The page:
Advertisement
UK markets close in 57 minutes
  • FTSE 100

    7,635.66
    -47.36 (-0.62%)
     
  • FTSE 250

    18,977.61
    -186.05 (-0.97%)
     
  • AIM

    739.26
    -6.39 (-0.86%)
     
  • GBP/EUR

    1.1676
    -0.0017 (-0.15%)
     
  • GBP/USD

    1.2654
    -0.0033 (-0.26%)
     
  • Bitcoin GBP

    48,321.44
    +3,054.89 (+6.75%)
     
  • CMC Crypto 200

    885.54
    0.00 (0.00%)
     
  • S&P 500

    5,067.51
    -10.67 (-0.21%)
     
  • DOW

    38,853.94
    -118.47 (-0.30%)
     
  • CRUDE OIL

    79.20
    +0.33 (+0.42%)
     
  • GOLD FUTURES

    2,041.40
    -2.70 (-0.13%)
     
  • NIKKEI 225

    39,208.03
    -31.49 (-0.08%)
     
  • HANG SENG

    16,536.85
    -253.95 (-1.51%)
     
  • DAX

    17,580.14
    +23.65 (+0.13%)
     
  • CAC 40

    7,942.97
    -5.43 (-0.07%)
     

Third of Brits likely to give up New Year's resolution today

Steel yourself if you are desperately trying to keep a New Year's resolution - new research reveals more than one in three people are likely to break their pledge today.

And there will be further failure in the days ahead, with weak-willed Brits set to give up their good intentions even before Quitters Day - traditionally the second Friday of January, which falls on unlucky Friday 13 this year.

Only a third (38 per cent) of the most determined people will stay on track until the end of the month, based on last year's performance, and the numbers in 2023 might well be less than that.

The new survey of 2,000 U.K. adults conducted by Duolingo, the world's number one language app, pinpointed January 10 as peak failure day in 2022, when 32 per cent of people broke their resolutions, and found 61 per cent of Brits think keeping their pledges will be even harder this year.

And the temptation to quit could be strongest if you are attempting Veganuary, as "giving up meat" was voted a difficult resolution to stick to by 36 per cent of people, closely followed by "cutting phone screen time by a tenth" (34 per cent) and "going to the gym at least twice a week" (33 per cent).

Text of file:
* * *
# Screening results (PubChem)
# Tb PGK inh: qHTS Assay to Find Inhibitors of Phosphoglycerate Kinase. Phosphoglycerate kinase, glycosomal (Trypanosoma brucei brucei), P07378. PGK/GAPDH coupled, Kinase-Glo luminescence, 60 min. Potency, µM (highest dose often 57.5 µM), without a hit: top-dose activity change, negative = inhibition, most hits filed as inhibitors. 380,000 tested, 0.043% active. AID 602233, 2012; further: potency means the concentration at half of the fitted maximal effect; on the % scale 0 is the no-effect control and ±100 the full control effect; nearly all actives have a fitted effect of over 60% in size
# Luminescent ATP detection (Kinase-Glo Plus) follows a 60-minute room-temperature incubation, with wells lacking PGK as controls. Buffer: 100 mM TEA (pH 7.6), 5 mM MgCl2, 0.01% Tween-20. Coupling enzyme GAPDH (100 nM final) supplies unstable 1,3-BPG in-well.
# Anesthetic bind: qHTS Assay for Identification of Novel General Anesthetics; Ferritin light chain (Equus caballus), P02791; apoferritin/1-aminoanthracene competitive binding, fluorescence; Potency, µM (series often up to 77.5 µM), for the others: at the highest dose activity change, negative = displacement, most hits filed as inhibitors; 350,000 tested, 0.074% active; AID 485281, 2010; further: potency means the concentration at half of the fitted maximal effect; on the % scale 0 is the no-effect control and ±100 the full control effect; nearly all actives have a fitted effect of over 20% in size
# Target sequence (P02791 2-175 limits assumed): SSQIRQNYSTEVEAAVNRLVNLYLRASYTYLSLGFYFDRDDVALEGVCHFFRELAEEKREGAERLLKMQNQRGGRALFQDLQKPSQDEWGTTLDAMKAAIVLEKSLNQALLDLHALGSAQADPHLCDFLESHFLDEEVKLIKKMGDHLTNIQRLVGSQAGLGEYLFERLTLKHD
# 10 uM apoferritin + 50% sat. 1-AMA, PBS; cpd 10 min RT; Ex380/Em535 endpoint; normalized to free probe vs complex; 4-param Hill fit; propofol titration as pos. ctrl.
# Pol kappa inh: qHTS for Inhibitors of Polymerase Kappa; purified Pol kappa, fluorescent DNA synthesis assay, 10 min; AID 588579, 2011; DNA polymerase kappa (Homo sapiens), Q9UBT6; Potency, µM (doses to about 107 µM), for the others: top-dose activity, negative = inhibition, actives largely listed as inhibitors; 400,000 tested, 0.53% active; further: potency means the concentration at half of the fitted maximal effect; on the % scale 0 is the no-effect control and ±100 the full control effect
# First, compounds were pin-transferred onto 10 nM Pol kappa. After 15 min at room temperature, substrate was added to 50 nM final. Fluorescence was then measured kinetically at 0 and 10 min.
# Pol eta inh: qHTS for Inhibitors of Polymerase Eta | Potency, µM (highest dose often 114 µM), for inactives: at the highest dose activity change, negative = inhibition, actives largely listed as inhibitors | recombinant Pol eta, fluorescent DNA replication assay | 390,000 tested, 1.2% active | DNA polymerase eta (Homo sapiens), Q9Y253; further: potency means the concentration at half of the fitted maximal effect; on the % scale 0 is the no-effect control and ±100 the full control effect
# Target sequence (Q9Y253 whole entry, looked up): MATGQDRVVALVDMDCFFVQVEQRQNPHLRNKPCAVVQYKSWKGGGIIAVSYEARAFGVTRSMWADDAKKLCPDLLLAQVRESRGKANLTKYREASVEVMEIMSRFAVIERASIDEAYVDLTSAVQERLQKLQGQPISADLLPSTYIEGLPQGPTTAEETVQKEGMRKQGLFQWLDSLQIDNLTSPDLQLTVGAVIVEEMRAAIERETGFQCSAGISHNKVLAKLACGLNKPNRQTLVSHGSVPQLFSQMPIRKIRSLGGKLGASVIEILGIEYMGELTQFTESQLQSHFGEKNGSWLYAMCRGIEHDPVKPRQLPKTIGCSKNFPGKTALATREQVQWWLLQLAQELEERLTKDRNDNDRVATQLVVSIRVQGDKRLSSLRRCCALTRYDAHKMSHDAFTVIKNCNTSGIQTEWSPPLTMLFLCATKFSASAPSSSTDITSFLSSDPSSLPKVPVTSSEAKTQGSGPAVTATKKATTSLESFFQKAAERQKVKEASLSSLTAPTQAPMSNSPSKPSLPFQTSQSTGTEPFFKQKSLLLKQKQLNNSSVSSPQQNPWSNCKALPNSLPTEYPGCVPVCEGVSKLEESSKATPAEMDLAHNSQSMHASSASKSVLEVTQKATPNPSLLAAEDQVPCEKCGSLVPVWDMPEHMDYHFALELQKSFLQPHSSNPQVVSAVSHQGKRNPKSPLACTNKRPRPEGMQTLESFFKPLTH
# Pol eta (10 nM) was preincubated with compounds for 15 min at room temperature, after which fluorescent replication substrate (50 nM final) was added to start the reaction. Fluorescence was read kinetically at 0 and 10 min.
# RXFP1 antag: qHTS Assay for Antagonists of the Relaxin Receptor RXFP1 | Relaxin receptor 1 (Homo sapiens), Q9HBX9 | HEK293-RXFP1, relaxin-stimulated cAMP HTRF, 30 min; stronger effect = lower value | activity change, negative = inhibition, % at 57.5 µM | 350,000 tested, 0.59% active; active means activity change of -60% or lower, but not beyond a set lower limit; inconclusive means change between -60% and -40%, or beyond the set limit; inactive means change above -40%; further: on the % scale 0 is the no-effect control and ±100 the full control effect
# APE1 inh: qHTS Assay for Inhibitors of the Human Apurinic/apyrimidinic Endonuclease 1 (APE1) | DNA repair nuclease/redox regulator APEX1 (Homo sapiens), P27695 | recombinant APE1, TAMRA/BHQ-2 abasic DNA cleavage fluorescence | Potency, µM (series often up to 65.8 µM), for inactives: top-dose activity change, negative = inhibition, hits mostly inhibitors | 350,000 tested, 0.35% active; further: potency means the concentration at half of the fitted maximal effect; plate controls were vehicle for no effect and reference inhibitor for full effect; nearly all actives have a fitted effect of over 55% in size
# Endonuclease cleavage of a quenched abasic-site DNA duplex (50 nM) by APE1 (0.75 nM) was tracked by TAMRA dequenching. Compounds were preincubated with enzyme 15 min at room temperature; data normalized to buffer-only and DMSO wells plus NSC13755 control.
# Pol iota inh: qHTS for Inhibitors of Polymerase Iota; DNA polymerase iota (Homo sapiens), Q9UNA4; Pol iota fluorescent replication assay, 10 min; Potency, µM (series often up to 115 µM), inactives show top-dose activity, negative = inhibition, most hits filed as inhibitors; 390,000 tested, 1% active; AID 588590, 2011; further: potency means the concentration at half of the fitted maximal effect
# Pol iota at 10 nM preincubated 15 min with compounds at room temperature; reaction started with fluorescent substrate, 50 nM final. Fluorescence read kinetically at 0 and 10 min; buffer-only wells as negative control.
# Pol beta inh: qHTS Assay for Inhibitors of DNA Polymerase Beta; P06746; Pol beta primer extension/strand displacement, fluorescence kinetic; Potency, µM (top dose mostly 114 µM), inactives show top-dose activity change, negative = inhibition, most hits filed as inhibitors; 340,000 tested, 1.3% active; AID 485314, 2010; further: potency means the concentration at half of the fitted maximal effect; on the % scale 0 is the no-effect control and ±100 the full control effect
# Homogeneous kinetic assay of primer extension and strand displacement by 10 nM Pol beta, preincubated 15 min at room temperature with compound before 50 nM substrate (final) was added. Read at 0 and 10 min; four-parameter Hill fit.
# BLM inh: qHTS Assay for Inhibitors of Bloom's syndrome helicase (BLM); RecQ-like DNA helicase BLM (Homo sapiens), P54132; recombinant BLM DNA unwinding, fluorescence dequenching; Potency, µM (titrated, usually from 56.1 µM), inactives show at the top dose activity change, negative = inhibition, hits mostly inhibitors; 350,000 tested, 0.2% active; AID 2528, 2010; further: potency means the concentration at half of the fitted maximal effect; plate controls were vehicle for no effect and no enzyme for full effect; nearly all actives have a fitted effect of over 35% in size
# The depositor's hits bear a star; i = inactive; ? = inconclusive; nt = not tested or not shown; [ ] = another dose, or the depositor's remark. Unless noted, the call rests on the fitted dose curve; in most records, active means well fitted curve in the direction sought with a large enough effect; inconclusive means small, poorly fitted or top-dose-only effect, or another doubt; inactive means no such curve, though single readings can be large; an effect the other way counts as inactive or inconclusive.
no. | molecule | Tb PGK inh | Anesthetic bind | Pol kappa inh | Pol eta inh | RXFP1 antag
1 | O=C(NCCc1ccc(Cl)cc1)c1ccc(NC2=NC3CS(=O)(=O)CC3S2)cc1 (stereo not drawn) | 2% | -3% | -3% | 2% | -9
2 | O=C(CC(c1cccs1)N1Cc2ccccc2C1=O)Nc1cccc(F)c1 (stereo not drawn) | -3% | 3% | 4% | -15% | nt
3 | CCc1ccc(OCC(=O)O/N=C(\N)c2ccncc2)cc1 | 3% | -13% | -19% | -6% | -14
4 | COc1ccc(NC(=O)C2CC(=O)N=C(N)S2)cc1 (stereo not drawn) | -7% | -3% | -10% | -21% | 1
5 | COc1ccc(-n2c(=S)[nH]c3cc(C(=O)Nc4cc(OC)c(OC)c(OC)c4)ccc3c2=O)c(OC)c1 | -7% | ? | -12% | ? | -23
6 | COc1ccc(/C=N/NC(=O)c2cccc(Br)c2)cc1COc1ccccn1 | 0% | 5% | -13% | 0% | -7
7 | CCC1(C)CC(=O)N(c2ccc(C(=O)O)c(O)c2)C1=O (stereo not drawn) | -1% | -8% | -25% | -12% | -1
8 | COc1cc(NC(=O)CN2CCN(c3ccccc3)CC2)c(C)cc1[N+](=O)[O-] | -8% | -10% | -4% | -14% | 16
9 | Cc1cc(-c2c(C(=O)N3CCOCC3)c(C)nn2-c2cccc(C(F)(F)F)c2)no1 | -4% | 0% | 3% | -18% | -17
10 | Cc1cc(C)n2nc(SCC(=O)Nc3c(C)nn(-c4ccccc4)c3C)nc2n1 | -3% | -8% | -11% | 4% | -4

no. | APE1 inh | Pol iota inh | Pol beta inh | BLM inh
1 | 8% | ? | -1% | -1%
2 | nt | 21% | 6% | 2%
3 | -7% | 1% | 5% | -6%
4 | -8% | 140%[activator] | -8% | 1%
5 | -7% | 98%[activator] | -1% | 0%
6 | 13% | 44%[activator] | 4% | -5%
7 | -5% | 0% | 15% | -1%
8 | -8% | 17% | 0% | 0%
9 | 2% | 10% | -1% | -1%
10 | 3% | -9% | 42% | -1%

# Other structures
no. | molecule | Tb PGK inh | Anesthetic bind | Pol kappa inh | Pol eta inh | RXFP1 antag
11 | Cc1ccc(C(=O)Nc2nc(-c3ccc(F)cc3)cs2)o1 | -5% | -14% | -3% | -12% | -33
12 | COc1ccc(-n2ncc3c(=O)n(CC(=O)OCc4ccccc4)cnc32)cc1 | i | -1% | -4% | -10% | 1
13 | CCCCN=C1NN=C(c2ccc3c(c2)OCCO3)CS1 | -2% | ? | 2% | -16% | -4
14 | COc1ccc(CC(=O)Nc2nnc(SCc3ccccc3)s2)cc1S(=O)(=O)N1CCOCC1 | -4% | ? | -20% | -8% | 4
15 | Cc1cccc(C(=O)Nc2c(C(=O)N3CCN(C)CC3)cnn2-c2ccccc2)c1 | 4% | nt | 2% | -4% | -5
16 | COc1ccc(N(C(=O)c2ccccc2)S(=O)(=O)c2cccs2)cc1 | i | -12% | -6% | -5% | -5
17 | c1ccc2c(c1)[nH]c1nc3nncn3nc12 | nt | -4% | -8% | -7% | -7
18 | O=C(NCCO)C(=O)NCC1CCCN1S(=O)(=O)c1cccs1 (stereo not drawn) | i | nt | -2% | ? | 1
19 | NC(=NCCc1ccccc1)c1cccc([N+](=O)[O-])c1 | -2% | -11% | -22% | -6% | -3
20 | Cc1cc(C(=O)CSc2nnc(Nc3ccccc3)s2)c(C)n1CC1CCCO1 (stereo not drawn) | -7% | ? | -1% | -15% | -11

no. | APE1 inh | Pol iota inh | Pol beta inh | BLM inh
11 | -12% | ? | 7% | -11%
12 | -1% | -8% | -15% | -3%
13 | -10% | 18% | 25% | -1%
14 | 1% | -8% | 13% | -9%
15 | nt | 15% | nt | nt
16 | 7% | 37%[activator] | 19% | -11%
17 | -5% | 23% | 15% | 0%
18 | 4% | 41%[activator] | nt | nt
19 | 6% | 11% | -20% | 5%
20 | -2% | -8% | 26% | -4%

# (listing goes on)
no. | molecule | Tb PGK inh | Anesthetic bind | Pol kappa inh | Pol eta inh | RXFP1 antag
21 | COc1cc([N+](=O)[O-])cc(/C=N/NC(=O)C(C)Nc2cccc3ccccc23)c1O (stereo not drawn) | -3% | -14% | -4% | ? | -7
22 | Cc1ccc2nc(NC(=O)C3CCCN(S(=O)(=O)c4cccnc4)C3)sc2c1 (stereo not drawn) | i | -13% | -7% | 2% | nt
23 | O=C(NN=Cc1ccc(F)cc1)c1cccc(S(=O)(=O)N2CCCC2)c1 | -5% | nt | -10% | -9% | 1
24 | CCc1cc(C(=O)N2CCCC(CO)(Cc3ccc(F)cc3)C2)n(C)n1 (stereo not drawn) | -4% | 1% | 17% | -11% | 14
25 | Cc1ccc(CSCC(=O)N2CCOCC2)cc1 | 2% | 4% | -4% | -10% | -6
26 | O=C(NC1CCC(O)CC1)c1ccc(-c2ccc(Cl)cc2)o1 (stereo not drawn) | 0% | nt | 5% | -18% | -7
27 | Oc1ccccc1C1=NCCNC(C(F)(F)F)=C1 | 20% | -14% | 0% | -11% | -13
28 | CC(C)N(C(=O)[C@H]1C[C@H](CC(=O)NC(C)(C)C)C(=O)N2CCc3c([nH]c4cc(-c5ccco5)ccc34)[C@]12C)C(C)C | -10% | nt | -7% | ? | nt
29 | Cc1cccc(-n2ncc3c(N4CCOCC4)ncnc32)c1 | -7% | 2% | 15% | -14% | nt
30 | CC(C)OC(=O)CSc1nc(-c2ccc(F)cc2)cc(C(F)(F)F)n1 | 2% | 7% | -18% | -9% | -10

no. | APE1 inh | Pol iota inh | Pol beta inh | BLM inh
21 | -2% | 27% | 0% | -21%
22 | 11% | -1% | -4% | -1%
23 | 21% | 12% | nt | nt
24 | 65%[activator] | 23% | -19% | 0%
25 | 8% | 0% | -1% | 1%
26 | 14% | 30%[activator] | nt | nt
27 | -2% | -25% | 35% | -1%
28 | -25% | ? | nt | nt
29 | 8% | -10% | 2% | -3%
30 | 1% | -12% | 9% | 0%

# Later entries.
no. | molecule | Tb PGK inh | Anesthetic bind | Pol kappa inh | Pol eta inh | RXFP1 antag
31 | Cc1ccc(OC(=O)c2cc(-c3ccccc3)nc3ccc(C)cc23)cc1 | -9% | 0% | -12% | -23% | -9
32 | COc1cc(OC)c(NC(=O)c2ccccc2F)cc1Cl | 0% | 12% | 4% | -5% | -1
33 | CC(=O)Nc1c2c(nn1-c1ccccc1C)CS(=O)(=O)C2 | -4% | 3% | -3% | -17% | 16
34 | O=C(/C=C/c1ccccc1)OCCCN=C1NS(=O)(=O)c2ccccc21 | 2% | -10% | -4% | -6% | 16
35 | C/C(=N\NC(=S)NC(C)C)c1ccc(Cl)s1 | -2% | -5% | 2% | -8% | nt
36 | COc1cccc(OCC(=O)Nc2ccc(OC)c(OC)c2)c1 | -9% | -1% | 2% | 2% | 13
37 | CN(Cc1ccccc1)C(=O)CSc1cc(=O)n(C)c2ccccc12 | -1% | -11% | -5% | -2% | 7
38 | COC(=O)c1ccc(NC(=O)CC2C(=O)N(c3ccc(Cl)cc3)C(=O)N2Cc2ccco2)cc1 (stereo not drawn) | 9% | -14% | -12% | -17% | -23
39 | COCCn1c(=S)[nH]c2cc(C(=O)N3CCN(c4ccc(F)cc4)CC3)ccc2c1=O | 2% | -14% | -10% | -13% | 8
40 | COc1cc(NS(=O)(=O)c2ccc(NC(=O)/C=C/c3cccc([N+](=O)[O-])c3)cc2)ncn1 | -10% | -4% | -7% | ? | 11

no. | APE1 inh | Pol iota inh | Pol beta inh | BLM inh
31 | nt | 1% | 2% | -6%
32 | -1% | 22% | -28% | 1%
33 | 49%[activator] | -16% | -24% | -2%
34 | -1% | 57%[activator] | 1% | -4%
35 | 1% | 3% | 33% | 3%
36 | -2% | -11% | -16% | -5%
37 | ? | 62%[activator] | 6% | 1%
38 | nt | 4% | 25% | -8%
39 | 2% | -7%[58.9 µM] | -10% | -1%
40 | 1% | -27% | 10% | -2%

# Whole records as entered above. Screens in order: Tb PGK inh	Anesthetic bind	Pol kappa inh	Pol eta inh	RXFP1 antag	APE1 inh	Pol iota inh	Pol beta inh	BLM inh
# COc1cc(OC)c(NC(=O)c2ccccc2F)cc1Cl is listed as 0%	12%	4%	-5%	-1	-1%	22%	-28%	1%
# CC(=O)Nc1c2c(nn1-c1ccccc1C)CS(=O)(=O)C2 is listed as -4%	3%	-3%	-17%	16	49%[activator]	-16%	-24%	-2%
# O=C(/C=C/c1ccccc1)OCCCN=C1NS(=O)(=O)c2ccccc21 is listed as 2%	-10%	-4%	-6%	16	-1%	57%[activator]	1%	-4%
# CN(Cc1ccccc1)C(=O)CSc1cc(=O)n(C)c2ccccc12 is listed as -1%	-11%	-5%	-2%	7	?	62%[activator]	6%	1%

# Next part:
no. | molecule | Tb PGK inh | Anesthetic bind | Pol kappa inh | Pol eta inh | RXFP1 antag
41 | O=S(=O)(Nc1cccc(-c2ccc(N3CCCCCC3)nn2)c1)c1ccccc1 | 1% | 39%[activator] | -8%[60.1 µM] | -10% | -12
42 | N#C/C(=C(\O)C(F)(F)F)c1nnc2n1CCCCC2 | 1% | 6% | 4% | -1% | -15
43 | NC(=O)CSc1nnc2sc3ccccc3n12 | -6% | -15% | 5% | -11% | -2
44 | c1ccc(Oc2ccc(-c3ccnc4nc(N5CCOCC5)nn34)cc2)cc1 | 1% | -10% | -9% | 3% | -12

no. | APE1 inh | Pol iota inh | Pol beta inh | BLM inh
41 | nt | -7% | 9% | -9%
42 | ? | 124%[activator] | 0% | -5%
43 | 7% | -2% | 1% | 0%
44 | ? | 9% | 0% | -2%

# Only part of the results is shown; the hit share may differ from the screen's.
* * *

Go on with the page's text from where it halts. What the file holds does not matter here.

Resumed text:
"Using TikTok for just 10 minutes a day" came in fourth, with 25 per cent reckoning that would be a tricky challenge to meet, while 22 per cent think "calling friends or family at least once a week" would be hard.

But the problem might not all be down to a lack of willpower, according to Duolingo's senior learning scientist, Dr Cindy Blanco.

"The trouble with goal setting in January is that we typically choose resolutions that are too ambitious and too difficult to keep," she said. "A more effective approach is to break new habits down into mini-goals: think of personally meaningful goals that you can achieve in a few weeks or months, and then repeat that process all year.

"This is a great way to build in a 'reward' element to keep you engaged, see your progress more easily, and build connections between your study habits and the reward."

And despite our habit of dropping New Year's resolutions early, plenty of Brits do still feel they are worth making.

Some 70 per cent of people have set one this year, according to the study, and 84 per cent report that having personal goals helps them feel grounded when there's so much doom and gloom in the news.

Meanwhile, a whopping 88 per cent say New Year goal setting makes them feel accountable to their future self.

But first, we need to get through today and Quitters Day.

To help new learners get past the sticking point, Duolingo is providing you with an incentive. To be in with a chance of winning the infamous Duo the owl plushie, along with loads of other goodies, just head to the @DuolingoUK Twitter and state your 2023 motivation for learning, before the end of January.

The five most difficult resolutions to keep:

1. Giving up meat

2. Reducing phone screen time by 10 per cent

3. Going to the gym at least twice a week

4. Using TikTok for just 10 minutes a day

5. Calling family or friends at least once a week